Jeremiah was persecuted, and all but killed by his countrymen, the Israelites. But when they were conquered by the Babylonians, he was rescued and treated well by the conquerors.1

Why is that? Was it because he predicted a Babylonian victory, so the Israelites saw him as a traitor and the Babylonians saw him as a "fellow traveler"? Or was it because the Babylonians saw "eye-to-eye" with him on matters of "righteousness," while the Israelites did not?

  1. See the Wikipedia article on Jeremiah
  • 1
    Agreeing on righteousness was not the reason; see Habakkuk (e.g., 1:11b: "guilty men, whose own strength is their god."[NIV]). A third option is "respect" for a soothsayer/prophet.
    – user3331
    Commented May 26, 2013 at 23:42
  • @PaulA.Clayton: Interesting point. But the fact that the Bablylonians had "respect for a prophet" may make them more righteous than the Israelis. I have explored this further in a followup question.
    – Tom Au
    Commented May 27, 2013 at 17:30

2 Answers 2


I would suggest Jeremiah 1:7-8 and 1:18-19 as an answer. There we find that it is God who protects him wherever he goes. It wasn't the Babylonians' pity that stayed their hands; God Himself protected Jeremiah from them and the Israelites.

Jer 1:7 But the LORD said unto me, Say not, I am a child: for thou shalt go to all that I shall send thee, and whatsoever I command thee thou shalt speak. Jer 1:8 Be not afraid of their faces: for I am with thee to deliver thee, saith the LORD.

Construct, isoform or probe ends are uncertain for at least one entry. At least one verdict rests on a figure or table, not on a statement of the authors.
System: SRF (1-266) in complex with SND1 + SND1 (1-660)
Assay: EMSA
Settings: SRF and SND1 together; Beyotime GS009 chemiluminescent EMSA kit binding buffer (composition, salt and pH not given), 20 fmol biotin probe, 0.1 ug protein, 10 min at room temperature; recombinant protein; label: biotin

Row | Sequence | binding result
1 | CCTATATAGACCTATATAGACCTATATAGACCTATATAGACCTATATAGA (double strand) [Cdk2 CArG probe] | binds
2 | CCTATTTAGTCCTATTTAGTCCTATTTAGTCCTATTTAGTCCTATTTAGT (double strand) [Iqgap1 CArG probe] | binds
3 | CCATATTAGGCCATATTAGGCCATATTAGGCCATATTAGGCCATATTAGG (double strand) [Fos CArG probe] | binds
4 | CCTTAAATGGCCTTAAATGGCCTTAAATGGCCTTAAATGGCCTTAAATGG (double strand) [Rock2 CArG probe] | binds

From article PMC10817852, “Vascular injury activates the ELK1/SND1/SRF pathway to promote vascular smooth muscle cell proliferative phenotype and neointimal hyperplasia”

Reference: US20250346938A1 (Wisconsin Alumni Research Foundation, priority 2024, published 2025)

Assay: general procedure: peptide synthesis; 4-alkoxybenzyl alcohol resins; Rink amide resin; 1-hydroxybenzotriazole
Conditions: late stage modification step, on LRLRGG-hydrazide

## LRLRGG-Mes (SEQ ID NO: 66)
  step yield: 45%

Jer 1:18 For, behold, I have made thee this day a defenced city, and an iron pillar, and brasen walls against the whole land, against the kings of Judah, against the princes thereof, against the priests thereof, and against the people of the land. Jer 1:19 And they shall fight against thee; but they shall not prevail against thee; for I am with thee, saith the LORD, to deliver thee.

  • Not a bad answer. Upvoted. I plan to explore some of these issues further in a followup question.
    – Tom Au
    Commented May 27, 2013 at 16:31

Jeremiah preached doom and destruction for forty long years, to such an extent that his name has entered our vocabulary, for someone whose very utterances foreshadow doom. Throughout most of his career, Jeremiah condemned the nation for paying tribute to the great powers who controlled the region, as only the help of God was needed. However, when Babylonian victory seemed assured, he counselled that Jerusalem’s only choice was to surrender, insisting that God wanted Judah to do the will of his servant, King Nebuchadnezzar of Babylon. In fact, he cursed any nation that tried to do otherwise.

In Jeremiah 37:12-13, the prophet was accused of attempting to leave Jerusalem in order to go over to the enemy. He insists that he was merely trying to visit a family property outside the city, but we find in Jeremiah 38:1-3 that he was preaching that everyone should go over to the Babylonians (Chaldeans), predicting a victory for the Babylonians:

Then ... heard the words that Jeremiah had spoken unto all the people, saying, "Thus saith the LORD, He that remaineth in this city shall die by the sword, by the famine, and by the pestilence: but he that goeth forth to the Chaldeans shall live; for he shall have his life for a prey, and shall live. Thus saith the LORD, This city shall surely be given into the hand of the king of Babylon's army, which shall take it."

Fortunately for Jeremiah, he had powerful friends who protected him, but it is understandable that he was seen as a traitor and almost killed. The Babylonians were no doubt aware of where his sympathies lay, so when they exiled most of the elite citizens of Jerusalem, they allowed Jeremiah to remain, even providing for him to be treated well.

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